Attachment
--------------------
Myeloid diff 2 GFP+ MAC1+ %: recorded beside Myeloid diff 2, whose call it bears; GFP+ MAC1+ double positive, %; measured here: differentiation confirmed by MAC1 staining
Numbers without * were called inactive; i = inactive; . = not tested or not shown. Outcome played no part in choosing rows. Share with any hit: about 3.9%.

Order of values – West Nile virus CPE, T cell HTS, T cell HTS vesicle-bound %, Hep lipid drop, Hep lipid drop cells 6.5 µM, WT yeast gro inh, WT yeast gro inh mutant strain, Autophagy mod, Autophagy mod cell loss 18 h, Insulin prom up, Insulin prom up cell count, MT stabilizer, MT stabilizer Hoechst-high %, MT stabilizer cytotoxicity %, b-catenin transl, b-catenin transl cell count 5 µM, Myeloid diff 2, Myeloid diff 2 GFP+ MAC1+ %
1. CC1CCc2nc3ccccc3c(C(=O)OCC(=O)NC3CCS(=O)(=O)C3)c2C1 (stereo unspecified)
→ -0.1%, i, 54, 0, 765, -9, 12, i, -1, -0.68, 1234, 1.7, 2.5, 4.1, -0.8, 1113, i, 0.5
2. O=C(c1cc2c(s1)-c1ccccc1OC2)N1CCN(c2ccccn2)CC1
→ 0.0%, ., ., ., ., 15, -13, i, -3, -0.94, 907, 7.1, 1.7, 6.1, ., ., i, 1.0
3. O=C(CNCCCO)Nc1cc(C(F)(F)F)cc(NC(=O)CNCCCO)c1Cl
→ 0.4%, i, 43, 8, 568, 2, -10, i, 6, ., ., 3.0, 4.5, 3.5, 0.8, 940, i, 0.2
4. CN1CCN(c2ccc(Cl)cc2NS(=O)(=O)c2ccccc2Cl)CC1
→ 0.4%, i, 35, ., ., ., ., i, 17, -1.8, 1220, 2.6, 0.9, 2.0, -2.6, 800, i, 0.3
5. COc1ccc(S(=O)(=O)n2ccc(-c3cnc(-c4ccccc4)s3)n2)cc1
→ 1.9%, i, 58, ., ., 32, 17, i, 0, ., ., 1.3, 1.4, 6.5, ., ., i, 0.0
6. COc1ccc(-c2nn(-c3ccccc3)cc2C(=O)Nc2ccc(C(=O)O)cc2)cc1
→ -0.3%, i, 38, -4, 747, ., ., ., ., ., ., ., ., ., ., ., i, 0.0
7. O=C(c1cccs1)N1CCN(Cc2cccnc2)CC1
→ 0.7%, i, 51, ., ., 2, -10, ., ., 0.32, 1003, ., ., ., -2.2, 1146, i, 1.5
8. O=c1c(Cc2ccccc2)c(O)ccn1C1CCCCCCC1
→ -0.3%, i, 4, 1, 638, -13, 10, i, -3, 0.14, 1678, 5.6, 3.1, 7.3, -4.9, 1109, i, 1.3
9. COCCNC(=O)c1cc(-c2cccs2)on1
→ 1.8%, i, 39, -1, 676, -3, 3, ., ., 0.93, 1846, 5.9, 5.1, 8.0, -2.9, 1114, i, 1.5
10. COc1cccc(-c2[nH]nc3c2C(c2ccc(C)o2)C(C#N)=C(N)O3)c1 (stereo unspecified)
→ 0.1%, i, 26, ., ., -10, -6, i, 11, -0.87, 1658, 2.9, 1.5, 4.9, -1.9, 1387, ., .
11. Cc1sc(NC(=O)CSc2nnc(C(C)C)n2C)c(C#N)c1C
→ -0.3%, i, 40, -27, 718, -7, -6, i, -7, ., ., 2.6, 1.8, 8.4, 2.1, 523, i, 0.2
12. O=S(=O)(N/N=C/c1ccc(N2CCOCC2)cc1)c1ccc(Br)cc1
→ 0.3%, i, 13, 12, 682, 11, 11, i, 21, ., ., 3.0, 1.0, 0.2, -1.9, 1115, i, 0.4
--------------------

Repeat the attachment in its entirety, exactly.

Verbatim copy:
Myeloid diff 2 GFP+ MAC1+ %: recorded beside Myeloid diff 2, whose call it bears; GFP+ MAC1+ double positive, %; measured here: differentiation confirmed by MAC1 staining
Numbers without * were called inactive; i = inactive; . = not tested or not shown. Outcome played no part in choosing rows. Share with any hit: about 3.9%.

Order of values – West Nile virus CPE, T cell HTS, T cell HTS vesicle-bound %, Hep lipid drop, Hep lipid drop cells 6.5 µM, WT yeast gro inh, WT yeast gro inh mutant strain, Autophagy mod, Autophagy mod cell loss 18 h, Insulin prom up, Insulin prom up cell count, MT stabilizer, MT stabilizer Hoechst-high %, MT stabilizer cytotoxicity %, b-catenin transl, b-catenin transl cell count 5 µM, Myeloid diff 2, Myeloid diff 2 GFP+ MAC1+ %
1. CC1CCc2nc3ccccc3c(C(=O)OCC(=O)NC3CCS(=O)(=O)C3)c2C1 (stereo unspecified)
→ -0.1%, i, 54, 0, 765, -9, 12, i, -1, -0.68, 1234, 1.7, 2.5, 4.1, -0.8, 1113, i, 0.5
2. O=C(c1cc2c(s1)-c1ccccc1OC2)N1CCN(c2ccccn2)CC1
→ 0.0%, ., ., ., ., 15, -13, i, -3, -0.94, 907, 7.1, 1.7, 6.1, ., ., i, 1.0
3. O=C(CNCCCO)Nc1cc(C(F)(F)F)cc(NC(=O)CNCCCO)c1Cl
→ 0.4%, i, 43, 8, 568, 2, -10, i, 6, ., ., 3.0, 4.5, 3.5, 0.8, 940, i, 0.2
4. CN1CCN(c2ccc(Cl)cc2NS(=O)(=O)c2ccccc2Cl)CC1
→ 0.4%, i, 35, ., ., ., ., i, 17, -1.8, 1220, 2.6, 0.9, 2.0, -2.6, 800, i, 0.3
5. COc1ccc(S(=O)(=O)n2ccc(-c3cnc(-c4ccccc4)s3)n2)cc1
→ 1.9%, i, 58, ., ., 32, 17, i, 0, ., ., 1.3, 1.4, 6.5, ., ., i, 0.0
6. COc1ccc(-c2nn(-c3ccccc3)cc2C(=O)Nc2ccc(C(=O)O)cc2)cc1
→ -0.3%, i, 38, -4, 747, ., ., ., ., ., ., ., ., ., ., ., i, 0.0
7. O=C(c1cccs1)N1CCN(Cc2cccnc2)CC1
→ 0.7%, i, 51, ., ., 2, -10, ., ., 0.32, 1003, ., ., ., -2.2, 1146, i, 1.5
8. O=c1c(Cc2ccccc2)c(O)ccn1C1CCCCCCC1
→ -0.3%, i, 4, 1, 638, -13, 10, i, -3, 0.14, 1678, 5.6, 3.1, 7.3, -4.9, 1109, i, 1.3
9. COCCNC(=O)c1cc(-c2cccs2)on1
→ 1.8%, i, 39, -1, 676, -3, 3, ., ., 0.93, 1846, 5.9, 5.1, 8.0, -2.9, 1114, i, 1.5
10. COc1cccc(-c2[nH]nc3c2C(c2ccc(C)o2)C(C#N)=C(N)O3)c1 (stereo unspecified)
→ 0.1%, i, 26, ., ., -10, -6, i, 11, -0.87, 1658, 2.9, 1.5, 4.9, -1.9, 1387, ., .
11. Cc1sc(NC(=O)CSc2nnc(C(C)C)n2C)c(C#N)c1C
→ -0.3%, i, 40, -27, 718, -7, -6, i, -7, ., ., 2.6, 1.8, 8.4, 2.1, 523, i, 0.2
12. O=S(=O)(N/N=C/c1ccc(N2CCOCC2)cc1)c1ccc(Br)cc1
→ 0.3%, i, 13, 12, 682, 11, 11, i, 21, ., ., 3.0, 1.0, 0.2, -1.9, 1115, i, 0.4